It is the underlying architecture.
95/98/ME used FAT32 file structure as the default and a less stable kernel, which shared memory for all the processes. Windows 95 allowed you to hit CTRL+ALT+DEL to end a process, but because they shared memory, it often destabilized the computer, and required you to reboot nevertheless. One other great difference is that 95/98/ME allowed virtually any program to interact directly with hardware and other devices. This meant that if a programmer made a bad call to something, it could bring the system crashing down.
NT3.51/NT4/XP/Vista/Windows7 all default to NTFS, which was better at keeping file corruption down, and use a kernel, which keeps processes separate, so when you kill one, you do not destabilize the whole computer. In contrast to 95/98/ME, NT3.51/NT4/XP/Vista/Windows7 all require any calls to hardware and devices to be made by the kernel. A program makes the request to the kernel, and if the kernel deems it safe to execute, it does it on behalf of the program. This makes all the calls to hardware very clean and consistent, and not haphazard based on how some programmer programs.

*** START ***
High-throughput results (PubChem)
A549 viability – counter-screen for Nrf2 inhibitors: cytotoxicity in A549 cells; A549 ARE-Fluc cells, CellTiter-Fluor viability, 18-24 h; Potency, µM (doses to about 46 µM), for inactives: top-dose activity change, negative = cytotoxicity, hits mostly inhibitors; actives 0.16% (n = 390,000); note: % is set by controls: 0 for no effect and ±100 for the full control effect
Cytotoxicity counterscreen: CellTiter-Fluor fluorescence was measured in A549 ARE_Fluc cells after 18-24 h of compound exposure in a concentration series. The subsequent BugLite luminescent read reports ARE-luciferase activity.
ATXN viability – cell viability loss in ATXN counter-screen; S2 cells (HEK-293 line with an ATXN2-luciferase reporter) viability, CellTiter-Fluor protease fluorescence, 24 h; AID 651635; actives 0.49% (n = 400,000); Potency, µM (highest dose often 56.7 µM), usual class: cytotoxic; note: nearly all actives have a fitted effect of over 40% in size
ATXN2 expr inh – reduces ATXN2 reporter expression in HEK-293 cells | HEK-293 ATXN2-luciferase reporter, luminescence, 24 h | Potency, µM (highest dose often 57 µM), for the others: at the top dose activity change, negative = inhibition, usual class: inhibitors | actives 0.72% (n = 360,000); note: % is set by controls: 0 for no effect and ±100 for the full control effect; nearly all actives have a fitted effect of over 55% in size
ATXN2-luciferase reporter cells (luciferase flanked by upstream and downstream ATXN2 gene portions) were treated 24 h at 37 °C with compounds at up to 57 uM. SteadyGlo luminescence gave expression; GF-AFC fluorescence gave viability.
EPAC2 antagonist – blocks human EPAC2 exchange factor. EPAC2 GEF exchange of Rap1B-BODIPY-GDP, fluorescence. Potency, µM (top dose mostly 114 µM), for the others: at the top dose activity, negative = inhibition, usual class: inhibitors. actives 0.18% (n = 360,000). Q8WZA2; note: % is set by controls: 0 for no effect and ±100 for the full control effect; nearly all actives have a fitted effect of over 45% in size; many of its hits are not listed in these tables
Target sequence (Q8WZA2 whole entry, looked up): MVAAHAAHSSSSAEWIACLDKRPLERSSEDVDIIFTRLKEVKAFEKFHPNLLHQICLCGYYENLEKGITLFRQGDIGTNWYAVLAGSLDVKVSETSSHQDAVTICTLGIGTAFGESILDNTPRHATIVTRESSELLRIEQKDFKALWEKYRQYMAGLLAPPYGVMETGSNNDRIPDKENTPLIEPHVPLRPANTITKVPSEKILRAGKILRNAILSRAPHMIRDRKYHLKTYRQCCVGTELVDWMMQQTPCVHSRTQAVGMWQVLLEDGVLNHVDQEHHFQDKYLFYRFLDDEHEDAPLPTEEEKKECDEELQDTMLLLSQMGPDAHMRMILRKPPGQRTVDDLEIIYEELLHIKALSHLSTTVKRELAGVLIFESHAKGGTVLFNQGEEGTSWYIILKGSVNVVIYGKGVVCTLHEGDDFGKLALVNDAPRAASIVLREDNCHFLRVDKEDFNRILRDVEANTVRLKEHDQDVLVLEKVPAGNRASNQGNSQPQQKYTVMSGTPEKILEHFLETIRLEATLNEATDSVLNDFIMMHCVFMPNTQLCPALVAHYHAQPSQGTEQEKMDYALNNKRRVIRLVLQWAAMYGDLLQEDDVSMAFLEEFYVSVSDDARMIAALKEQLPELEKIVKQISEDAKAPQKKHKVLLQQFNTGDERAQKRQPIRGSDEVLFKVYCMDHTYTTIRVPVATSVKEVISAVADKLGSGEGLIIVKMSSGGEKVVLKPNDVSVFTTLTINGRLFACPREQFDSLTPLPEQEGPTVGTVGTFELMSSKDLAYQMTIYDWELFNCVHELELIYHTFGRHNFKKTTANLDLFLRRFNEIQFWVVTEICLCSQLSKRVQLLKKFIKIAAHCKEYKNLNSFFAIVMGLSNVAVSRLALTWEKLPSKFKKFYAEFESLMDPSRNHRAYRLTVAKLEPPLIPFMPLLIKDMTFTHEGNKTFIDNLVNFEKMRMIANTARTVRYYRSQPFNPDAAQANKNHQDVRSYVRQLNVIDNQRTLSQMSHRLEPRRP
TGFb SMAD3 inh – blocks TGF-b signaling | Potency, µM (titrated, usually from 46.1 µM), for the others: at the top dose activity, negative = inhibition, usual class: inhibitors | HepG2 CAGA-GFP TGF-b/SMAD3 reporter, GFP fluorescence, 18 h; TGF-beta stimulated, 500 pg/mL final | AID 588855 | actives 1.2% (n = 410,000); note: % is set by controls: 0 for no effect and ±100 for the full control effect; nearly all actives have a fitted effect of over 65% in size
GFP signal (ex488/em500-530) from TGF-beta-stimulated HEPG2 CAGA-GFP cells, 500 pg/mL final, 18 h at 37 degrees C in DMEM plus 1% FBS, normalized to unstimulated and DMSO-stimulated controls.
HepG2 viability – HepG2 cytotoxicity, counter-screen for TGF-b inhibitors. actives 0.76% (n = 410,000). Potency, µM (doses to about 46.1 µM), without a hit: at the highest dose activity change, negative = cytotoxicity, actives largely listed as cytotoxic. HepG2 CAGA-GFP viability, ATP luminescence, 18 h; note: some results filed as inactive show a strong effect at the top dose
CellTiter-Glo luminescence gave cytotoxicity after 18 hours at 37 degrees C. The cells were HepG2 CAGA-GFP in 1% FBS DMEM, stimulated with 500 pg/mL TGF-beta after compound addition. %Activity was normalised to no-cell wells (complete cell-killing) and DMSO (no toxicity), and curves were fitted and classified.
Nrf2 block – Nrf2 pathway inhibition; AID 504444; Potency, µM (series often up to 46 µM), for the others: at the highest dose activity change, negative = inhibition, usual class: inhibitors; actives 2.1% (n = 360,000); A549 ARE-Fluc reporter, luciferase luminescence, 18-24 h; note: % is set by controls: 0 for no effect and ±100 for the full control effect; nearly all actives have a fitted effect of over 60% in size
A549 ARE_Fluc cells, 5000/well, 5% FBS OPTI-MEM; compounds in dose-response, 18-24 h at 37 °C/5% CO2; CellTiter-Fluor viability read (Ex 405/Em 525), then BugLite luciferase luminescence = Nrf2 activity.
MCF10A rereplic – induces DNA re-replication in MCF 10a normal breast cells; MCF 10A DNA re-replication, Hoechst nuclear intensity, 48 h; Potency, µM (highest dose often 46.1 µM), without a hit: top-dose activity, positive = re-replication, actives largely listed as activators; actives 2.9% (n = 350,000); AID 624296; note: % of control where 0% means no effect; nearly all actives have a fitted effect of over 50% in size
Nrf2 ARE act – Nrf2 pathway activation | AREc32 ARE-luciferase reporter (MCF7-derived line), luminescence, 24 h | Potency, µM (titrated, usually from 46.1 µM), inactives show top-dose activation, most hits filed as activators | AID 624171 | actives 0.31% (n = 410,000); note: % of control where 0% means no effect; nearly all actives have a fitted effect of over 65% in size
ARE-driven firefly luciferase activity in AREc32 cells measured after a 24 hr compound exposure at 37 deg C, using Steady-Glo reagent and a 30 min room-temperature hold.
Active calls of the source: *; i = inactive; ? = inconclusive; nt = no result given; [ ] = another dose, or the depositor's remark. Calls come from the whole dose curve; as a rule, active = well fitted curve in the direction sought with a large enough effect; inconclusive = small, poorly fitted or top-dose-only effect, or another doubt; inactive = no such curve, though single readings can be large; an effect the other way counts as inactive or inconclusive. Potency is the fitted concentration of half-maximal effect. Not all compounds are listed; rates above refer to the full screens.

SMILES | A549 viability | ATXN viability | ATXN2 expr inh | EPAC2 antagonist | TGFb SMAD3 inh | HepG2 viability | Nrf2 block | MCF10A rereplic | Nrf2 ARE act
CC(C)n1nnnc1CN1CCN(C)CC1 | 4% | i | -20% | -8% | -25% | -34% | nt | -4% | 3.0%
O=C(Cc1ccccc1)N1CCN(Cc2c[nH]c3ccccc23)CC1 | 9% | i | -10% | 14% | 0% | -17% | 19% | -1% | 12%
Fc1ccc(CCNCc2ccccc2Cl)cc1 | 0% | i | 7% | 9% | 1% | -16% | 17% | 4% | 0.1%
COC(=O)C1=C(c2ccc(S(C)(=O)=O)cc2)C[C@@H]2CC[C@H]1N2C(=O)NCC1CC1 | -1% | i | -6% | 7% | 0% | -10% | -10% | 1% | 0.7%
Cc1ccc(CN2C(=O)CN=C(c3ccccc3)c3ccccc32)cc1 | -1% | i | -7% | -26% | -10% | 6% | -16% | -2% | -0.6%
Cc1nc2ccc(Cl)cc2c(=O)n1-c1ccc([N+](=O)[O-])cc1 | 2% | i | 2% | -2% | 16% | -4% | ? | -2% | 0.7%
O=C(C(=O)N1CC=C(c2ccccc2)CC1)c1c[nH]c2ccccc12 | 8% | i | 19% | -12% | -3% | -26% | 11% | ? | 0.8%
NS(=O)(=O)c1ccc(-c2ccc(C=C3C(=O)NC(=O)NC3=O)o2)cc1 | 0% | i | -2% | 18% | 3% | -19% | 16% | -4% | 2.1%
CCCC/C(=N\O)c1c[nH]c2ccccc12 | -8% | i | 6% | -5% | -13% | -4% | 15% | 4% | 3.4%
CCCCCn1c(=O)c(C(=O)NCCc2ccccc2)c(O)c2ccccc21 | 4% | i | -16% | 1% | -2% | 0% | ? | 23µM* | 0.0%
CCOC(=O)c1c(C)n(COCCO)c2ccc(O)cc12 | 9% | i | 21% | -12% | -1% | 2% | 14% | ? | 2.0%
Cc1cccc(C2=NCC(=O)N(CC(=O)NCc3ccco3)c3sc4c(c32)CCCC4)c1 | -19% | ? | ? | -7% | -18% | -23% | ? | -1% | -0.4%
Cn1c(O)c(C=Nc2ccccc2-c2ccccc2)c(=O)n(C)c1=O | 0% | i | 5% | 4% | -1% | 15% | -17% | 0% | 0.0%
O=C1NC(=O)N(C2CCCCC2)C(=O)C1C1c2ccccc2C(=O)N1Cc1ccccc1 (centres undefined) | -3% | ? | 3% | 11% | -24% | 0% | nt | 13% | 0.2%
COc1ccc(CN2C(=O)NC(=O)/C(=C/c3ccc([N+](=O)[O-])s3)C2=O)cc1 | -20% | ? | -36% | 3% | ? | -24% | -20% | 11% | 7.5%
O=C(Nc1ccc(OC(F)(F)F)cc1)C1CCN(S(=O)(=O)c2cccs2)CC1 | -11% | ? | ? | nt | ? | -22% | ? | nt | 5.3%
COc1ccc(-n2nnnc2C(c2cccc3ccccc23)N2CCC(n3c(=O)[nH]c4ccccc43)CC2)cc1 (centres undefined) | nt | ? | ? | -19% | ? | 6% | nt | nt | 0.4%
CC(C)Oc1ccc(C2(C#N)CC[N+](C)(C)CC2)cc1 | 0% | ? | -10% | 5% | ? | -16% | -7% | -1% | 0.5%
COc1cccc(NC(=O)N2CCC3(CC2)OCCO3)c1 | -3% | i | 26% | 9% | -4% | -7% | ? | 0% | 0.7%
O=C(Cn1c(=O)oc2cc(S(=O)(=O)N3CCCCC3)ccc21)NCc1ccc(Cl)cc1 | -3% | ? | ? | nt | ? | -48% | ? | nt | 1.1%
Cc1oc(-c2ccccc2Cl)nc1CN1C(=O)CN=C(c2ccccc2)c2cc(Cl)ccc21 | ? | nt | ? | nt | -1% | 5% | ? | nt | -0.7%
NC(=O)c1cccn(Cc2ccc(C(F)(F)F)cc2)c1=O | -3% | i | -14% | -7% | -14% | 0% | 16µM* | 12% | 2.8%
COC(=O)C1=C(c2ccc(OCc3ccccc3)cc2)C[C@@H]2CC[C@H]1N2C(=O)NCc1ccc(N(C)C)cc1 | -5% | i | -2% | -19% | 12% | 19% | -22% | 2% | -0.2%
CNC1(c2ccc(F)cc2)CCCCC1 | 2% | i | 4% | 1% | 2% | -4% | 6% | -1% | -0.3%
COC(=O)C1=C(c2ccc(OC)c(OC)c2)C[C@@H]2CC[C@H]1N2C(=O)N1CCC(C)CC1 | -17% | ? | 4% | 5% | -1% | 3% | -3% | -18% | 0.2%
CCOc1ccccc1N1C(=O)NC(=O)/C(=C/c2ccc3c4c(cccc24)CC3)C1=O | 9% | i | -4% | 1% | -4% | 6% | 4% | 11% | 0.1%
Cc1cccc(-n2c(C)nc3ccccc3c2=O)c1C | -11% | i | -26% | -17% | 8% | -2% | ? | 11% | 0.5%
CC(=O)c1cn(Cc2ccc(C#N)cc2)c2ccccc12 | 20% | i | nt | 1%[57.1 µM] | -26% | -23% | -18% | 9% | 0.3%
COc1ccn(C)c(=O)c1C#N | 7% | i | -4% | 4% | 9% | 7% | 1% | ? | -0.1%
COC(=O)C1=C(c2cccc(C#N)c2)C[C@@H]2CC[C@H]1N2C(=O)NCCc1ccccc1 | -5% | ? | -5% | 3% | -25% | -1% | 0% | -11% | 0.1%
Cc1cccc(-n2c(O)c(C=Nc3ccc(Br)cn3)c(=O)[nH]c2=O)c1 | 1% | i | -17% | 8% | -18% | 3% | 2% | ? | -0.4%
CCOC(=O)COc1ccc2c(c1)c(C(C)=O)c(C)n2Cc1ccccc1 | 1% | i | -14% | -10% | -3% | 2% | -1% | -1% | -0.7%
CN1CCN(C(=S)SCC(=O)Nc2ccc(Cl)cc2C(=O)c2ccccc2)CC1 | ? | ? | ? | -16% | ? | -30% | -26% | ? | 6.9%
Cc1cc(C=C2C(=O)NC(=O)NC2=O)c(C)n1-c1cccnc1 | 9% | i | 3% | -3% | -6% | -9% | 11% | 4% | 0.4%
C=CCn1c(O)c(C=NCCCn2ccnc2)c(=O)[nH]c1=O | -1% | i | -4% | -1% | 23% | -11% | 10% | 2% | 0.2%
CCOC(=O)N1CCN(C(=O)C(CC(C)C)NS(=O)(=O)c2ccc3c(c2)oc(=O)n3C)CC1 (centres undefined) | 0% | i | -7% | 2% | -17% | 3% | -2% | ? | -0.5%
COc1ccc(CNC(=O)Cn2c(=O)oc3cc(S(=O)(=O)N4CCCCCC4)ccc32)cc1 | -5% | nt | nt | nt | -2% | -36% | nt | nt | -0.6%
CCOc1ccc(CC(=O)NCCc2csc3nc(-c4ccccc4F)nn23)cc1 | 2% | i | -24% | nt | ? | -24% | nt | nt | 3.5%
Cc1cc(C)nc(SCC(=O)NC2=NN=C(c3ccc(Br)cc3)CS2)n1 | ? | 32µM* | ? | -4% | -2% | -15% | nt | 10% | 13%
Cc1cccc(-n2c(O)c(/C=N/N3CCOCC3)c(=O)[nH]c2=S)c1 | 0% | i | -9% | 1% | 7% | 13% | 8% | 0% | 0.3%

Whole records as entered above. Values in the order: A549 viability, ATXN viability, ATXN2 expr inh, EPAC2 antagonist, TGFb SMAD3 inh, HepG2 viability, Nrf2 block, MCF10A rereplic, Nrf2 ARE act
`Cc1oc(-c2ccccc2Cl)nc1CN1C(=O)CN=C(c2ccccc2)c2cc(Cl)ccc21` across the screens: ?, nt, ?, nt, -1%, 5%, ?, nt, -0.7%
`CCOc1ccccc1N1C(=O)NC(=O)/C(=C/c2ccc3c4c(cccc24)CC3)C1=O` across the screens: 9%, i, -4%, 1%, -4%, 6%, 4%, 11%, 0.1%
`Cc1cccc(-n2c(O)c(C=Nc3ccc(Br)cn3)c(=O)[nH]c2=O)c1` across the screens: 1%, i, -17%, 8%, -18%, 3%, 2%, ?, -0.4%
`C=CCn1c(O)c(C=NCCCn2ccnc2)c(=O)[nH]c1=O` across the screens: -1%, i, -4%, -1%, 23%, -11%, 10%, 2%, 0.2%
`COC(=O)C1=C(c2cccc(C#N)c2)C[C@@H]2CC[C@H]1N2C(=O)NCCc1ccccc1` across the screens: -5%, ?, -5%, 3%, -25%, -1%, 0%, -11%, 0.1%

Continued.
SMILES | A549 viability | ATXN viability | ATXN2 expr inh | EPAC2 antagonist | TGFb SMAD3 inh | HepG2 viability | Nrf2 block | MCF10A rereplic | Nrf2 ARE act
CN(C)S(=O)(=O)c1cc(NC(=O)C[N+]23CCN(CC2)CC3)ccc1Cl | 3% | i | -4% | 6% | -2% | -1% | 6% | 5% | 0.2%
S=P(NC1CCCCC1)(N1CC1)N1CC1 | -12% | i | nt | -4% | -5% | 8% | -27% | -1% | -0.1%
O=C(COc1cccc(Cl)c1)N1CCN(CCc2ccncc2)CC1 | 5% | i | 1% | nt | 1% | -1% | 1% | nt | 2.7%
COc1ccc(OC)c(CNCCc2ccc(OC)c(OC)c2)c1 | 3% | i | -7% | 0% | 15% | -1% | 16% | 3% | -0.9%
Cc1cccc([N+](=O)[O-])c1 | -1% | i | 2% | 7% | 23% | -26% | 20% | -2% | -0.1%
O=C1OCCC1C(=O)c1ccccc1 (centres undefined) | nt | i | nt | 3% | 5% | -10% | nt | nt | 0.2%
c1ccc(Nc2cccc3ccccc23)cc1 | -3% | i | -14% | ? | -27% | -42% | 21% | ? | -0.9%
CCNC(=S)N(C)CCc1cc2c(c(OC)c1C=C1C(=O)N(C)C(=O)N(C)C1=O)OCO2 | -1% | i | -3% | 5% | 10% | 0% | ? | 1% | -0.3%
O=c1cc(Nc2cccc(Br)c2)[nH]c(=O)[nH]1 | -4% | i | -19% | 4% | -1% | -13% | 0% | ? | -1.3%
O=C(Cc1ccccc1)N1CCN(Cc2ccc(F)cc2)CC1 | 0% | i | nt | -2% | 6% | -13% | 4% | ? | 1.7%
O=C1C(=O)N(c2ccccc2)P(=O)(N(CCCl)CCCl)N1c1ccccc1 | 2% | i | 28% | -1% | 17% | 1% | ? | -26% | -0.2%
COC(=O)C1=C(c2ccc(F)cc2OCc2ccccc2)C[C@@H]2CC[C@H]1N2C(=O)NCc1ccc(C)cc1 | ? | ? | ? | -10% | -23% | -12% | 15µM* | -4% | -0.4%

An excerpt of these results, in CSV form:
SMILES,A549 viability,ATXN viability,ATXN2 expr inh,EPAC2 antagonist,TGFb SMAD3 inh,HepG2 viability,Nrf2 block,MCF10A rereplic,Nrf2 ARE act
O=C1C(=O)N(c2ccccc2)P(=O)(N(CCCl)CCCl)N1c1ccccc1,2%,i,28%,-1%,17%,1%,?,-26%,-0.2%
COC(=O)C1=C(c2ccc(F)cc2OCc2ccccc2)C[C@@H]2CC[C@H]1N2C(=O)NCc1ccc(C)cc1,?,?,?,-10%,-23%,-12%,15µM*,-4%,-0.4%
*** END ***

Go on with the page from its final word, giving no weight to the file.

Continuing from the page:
The answer to question 2 is simply no. Each kernel was a different OS, requiring a different paid license, so they did not put in the functionality to boot different kernels. You could install different versions on different partitions, and boot them, but that is different from what you are describing with Linux.